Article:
Thursday, October 28, 2010

Election Day: A Day to Speak on Behalf of the Environment

Election Day is right around the corner! I hope all you fellow Californians are registered to vote and are geared with the knowledge to address the issues. Want some tips? Below are the propositions that I found will affect the environment and my reasoning on whether to vote Yes or No:

yosemite national parkProp 21- establishes $18 annual vehicle license surcharge to help fund state parks and wildlife programs; grants surcharged vehicles free admission to all state parks.
Vote: Yes. California’s state parks have undergone multiple budget cuts and need funding for proper maintenance and repairs. Not only will this measure allow for the continued existence of our beautiful parks, it will incentivize the public to visit these areas and enjoy the outdoors.

Prop 22- prohibits the state from borrowing or taking funds used for transportation, redevelopment, or local government projects and services.metro red line
Vote: Yes. Last year the State passed a budget that borrowed and took approximately $5 billion in city, county, transit, redevelopment and special district funds. Beyond taking money away from police services, healthcare services, road repair and maintenance, parks, and libraries, the State hurt public transit maintenance. As I’m sure many of you have noticed, bus/rail/shuttle fare prices have increased and routes have been redirected. Saying Yes on 22 will protect these necessary services from further cuts and protect the local community that relies on them.

Prop 23- suspends implementation of air pollution control law (AB 32) requiring major sources of emissions to report and reduce greenhouse gas emissions that cause global warming, until unemployment drops to 5.5% or less for full year.
Vote: climate change polar bearNo. California’s Global Warming Solutions Act AB 32, signed in 2006 by Governor Schwarzenegger, is set to bring the state’s emissions down to 1990 levels by 2020. Prop 23 would stop the implementation of AB 32 until unemployment is below 5.5% for at least a year, a number our state’s unemployment has not even touched in three years. It would effectively kill California’s landmark climate change law and discourage other states from passing similar statutes. We cannot let this measure go through; if there is only one thing that you remember on November 2nd as you stand in the booth, I hope it is “No on 23.”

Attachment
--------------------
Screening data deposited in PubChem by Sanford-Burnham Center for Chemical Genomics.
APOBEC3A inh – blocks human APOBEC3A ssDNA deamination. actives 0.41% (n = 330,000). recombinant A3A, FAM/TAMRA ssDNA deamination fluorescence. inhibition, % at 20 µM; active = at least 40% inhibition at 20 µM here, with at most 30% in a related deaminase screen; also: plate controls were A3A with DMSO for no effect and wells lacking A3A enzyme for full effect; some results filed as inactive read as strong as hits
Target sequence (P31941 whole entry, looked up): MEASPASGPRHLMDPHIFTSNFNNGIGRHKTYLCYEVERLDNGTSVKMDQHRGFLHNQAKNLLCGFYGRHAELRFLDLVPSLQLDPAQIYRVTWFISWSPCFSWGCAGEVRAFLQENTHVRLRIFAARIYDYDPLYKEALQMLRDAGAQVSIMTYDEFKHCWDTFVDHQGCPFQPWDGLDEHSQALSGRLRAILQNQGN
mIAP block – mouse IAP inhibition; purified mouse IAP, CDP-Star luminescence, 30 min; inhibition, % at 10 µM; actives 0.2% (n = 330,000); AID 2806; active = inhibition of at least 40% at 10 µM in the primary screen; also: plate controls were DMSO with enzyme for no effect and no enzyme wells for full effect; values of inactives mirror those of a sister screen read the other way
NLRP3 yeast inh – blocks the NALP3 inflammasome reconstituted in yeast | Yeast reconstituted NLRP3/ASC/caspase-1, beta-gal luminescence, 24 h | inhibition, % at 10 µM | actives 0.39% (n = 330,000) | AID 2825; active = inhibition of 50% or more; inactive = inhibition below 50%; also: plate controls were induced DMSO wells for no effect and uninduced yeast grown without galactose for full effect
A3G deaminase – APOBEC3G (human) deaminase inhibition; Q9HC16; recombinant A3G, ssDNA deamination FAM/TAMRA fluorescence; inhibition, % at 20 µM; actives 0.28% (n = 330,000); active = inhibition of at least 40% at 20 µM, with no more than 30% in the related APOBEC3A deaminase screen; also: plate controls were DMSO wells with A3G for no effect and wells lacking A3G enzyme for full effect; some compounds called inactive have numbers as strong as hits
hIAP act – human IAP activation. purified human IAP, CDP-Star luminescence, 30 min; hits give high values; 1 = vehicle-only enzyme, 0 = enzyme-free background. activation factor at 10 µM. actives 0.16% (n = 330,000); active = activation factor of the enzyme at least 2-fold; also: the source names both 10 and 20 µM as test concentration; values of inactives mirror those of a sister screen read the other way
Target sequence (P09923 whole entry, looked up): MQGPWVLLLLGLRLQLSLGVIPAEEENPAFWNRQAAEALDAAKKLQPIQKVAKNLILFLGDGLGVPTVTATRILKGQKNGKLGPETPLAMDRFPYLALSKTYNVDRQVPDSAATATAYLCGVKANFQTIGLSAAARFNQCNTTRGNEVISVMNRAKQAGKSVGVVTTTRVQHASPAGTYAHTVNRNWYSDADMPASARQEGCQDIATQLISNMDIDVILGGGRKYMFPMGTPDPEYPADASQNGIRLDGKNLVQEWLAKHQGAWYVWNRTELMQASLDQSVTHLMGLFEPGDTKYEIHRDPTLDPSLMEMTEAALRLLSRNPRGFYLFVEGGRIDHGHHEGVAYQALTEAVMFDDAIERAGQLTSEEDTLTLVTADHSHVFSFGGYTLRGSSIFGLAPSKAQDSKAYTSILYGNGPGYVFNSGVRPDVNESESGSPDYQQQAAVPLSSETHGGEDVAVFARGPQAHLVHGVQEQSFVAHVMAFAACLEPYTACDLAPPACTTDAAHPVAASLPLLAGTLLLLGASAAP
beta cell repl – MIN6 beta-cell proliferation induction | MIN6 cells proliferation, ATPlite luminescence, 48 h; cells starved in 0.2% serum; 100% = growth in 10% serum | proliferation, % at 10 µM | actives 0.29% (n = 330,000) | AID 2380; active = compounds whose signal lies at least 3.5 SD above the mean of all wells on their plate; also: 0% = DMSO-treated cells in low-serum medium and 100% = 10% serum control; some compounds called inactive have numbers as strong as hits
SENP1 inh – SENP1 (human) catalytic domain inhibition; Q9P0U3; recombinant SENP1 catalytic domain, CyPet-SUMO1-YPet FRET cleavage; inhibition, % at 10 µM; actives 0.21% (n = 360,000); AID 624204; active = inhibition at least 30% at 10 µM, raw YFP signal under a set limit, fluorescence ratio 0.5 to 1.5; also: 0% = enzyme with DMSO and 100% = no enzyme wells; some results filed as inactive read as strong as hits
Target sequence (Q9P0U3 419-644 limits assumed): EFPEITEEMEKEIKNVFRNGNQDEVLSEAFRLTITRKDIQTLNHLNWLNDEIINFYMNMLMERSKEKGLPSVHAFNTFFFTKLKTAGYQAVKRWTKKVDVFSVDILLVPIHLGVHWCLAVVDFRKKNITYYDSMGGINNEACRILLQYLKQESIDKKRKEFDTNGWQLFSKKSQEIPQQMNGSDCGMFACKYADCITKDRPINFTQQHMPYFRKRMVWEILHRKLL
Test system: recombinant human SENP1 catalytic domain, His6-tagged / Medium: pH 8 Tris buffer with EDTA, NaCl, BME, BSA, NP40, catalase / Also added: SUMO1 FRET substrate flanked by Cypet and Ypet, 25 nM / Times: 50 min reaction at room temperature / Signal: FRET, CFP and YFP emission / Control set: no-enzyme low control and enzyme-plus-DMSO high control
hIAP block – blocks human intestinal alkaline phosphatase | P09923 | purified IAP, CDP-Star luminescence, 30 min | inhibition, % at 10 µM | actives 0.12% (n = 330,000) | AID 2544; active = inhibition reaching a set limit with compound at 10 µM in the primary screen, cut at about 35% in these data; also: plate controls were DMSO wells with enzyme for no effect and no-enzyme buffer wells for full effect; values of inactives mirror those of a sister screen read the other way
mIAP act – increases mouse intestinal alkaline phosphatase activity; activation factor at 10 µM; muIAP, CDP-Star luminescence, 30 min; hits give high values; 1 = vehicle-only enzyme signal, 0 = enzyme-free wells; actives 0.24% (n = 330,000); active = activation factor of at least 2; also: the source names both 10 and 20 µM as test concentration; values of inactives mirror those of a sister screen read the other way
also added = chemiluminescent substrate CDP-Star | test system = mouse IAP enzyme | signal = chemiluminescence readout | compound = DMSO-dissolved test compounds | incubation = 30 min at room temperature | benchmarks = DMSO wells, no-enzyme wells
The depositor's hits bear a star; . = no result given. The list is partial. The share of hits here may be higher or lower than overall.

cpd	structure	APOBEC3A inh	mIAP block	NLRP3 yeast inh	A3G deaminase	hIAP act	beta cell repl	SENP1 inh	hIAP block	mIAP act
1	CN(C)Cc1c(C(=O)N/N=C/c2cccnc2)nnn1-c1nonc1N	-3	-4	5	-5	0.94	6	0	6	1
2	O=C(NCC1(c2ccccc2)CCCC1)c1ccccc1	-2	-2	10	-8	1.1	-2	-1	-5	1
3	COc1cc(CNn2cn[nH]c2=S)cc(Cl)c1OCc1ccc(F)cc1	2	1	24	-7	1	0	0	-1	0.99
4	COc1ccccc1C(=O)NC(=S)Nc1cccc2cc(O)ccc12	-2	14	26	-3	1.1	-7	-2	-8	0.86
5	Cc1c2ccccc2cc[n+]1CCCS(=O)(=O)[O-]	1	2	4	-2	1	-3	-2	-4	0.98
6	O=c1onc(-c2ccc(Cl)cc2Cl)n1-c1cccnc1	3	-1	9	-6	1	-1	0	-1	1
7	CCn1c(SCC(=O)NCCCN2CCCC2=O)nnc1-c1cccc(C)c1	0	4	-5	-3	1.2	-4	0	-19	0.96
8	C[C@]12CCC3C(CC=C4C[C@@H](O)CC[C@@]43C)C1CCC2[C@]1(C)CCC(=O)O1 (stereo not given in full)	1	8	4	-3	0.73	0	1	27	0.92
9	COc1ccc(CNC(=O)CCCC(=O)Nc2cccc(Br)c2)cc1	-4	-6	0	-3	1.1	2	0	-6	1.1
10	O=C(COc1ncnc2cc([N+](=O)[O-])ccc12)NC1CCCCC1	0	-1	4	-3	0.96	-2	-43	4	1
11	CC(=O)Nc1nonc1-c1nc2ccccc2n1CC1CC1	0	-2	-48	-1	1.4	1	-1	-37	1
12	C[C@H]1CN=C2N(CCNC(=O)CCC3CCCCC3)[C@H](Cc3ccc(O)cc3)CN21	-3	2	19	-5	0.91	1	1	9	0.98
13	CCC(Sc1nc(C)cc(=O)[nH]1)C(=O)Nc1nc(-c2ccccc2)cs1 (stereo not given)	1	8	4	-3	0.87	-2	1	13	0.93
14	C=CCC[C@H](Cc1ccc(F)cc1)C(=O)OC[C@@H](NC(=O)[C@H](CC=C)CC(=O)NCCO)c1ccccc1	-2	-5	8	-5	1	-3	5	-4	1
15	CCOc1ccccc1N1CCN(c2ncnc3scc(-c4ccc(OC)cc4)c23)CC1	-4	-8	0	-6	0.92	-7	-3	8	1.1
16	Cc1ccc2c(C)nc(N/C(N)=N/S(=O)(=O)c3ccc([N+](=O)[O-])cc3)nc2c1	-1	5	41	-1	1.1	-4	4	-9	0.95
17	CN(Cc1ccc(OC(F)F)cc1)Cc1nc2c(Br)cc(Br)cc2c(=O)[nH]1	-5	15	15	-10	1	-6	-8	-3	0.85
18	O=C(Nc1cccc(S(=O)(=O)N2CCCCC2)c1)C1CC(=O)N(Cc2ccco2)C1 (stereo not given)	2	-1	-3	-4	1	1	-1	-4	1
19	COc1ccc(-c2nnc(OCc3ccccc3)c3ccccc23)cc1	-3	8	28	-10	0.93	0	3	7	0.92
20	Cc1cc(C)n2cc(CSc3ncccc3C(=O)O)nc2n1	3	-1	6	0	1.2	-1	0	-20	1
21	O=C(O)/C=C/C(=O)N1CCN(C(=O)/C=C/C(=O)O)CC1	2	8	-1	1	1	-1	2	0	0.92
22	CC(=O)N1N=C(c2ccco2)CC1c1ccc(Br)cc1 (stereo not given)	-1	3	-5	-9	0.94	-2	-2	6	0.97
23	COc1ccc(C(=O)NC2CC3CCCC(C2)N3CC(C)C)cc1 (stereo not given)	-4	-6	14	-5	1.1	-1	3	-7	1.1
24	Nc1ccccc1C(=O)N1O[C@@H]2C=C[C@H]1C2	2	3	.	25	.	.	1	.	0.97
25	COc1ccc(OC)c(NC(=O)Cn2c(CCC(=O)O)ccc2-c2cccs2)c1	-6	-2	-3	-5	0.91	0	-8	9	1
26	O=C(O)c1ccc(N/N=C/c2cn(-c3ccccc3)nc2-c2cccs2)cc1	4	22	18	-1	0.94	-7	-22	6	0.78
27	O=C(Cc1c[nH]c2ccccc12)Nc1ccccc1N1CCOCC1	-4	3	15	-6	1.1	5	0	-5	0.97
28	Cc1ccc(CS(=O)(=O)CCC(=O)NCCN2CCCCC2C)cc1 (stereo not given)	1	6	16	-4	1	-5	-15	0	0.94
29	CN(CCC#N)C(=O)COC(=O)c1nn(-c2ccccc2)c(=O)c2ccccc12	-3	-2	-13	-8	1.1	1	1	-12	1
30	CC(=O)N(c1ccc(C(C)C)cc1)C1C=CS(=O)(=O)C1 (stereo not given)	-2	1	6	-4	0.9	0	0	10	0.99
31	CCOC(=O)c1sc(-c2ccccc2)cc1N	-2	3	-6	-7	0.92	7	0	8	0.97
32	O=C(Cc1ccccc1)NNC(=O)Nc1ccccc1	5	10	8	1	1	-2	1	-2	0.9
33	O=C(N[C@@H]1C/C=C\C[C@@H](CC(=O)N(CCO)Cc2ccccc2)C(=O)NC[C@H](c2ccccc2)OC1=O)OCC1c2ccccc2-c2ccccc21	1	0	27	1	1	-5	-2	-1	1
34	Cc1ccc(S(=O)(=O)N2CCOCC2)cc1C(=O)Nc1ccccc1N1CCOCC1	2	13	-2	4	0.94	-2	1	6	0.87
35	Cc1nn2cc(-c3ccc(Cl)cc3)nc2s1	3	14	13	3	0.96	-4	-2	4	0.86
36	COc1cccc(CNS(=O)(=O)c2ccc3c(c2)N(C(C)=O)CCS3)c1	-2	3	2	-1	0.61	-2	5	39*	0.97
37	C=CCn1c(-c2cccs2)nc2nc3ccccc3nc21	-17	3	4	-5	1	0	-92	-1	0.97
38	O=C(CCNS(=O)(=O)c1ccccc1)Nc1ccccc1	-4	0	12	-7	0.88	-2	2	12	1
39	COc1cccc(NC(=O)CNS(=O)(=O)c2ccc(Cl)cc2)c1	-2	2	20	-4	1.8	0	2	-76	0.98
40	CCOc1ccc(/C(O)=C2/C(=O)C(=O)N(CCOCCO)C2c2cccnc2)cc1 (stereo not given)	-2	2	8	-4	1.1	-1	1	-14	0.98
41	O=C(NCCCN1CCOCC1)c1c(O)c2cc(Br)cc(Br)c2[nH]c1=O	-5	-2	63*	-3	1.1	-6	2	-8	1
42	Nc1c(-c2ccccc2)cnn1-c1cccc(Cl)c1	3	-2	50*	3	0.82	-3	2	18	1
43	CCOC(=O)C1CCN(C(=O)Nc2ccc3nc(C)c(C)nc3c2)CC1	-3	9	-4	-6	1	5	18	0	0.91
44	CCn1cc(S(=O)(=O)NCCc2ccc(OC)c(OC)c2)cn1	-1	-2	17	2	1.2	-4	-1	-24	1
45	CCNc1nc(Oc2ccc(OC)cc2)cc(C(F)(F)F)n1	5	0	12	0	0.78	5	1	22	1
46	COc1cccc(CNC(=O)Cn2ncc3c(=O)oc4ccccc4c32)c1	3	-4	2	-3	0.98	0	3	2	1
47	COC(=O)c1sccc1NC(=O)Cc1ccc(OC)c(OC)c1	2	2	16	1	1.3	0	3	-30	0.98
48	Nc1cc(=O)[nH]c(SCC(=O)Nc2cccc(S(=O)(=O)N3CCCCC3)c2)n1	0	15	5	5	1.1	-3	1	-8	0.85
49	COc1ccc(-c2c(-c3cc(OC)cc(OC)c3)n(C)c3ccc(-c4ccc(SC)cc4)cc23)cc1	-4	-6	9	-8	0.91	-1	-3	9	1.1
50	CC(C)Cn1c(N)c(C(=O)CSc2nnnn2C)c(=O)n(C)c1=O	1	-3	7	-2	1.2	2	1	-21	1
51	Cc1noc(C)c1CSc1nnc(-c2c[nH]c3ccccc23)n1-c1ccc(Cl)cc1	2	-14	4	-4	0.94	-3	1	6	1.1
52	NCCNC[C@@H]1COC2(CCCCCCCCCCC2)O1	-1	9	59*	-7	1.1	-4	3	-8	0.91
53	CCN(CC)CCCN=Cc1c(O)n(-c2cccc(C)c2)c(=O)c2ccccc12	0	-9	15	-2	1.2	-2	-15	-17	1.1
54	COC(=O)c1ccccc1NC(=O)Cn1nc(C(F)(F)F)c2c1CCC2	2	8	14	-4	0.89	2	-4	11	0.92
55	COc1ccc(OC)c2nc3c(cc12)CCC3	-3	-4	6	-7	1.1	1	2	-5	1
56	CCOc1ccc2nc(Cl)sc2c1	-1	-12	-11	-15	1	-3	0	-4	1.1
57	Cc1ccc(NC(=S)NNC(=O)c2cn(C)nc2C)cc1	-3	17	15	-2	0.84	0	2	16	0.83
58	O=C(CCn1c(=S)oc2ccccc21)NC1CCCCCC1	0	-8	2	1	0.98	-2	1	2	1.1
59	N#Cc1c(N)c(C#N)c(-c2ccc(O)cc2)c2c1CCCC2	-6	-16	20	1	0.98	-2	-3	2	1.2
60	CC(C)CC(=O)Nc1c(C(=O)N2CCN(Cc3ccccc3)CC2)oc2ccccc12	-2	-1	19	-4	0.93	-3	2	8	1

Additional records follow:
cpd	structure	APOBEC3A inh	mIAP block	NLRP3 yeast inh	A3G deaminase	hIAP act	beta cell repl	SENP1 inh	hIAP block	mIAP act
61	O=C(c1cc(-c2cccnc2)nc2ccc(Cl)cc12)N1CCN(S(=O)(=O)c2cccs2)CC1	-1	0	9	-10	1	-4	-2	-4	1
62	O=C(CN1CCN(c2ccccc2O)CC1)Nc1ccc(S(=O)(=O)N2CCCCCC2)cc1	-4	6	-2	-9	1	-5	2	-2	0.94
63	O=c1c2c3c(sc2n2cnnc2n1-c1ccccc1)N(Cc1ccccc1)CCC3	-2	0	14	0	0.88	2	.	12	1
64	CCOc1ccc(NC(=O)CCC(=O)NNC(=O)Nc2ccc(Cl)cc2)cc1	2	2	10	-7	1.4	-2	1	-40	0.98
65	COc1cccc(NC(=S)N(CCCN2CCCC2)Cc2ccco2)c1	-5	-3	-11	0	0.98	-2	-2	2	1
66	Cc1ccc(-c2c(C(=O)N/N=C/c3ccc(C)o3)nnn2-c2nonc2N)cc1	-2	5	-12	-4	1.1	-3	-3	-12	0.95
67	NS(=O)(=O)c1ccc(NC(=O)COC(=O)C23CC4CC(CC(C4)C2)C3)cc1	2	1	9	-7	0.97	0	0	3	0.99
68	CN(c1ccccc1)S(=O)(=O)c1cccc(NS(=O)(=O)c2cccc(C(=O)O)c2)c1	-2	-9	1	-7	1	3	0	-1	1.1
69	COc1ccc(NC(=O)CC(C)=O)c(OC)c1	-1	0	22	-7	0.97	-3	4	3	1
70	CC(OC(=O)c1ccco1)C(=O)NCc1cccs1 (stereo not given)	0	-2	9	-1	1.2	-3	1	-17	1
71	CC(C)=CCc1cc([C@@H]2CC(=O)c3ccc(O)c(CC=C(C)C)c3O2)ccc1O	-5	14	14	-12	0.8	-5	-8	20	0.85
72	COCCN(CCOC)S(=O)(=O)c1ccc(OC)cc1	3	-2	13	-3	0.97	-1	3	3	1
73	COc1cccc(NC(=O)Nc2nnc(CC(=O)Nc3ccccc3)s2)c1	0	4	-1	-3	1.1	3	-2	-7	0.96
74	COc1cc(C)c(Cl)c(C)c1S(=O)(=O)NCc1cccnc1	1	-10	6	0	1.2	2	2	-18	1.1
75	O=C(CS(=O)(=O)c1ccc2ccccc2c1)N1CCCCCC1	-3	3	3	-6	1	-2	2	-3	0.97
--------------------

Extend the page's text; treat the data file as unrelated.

For further information: Learn more about AB 32, hear a catchy tune, read what Environment California has to say.

Prop 26- requires that certain state and local fees be approved by two-thirds vote; fees include those that address adverse impacts on society or the environment caused by the fee-payer’s business.air pollution
Vote: No. This measure, if passed, would make it more difficult to pass fees on industries that pollute our air and water and ultimately endanger our health. The funds raised by these pollution fees are used by state and local governments for programs to clean up oil spills or hazardous waste and address the health effects of cigarettes, pesticides, and alcohol.

To learn about all the propositions that will be on the ballot November 2nd, please visit the official voter’s guide or Even if you ultimately disagree with what I have said here, I hope that you stay sharp, stay aware, and make sure your voice is heard.

It’s Not Easy Being Green – or is it?

I’ve often identified with Kermit the frog.  His sentiment “It’s not easy being green” was often the way I felt throughout my earlier years growing up in a conservative ranch town turned sprawled-out suburb.  As a kid it was a challenge to get my family and neighbors to recycle, people thought I was an alien from outer-space when I told them that I was a vegetarian, and our local supermarket did not carry anything labeled “Organic.”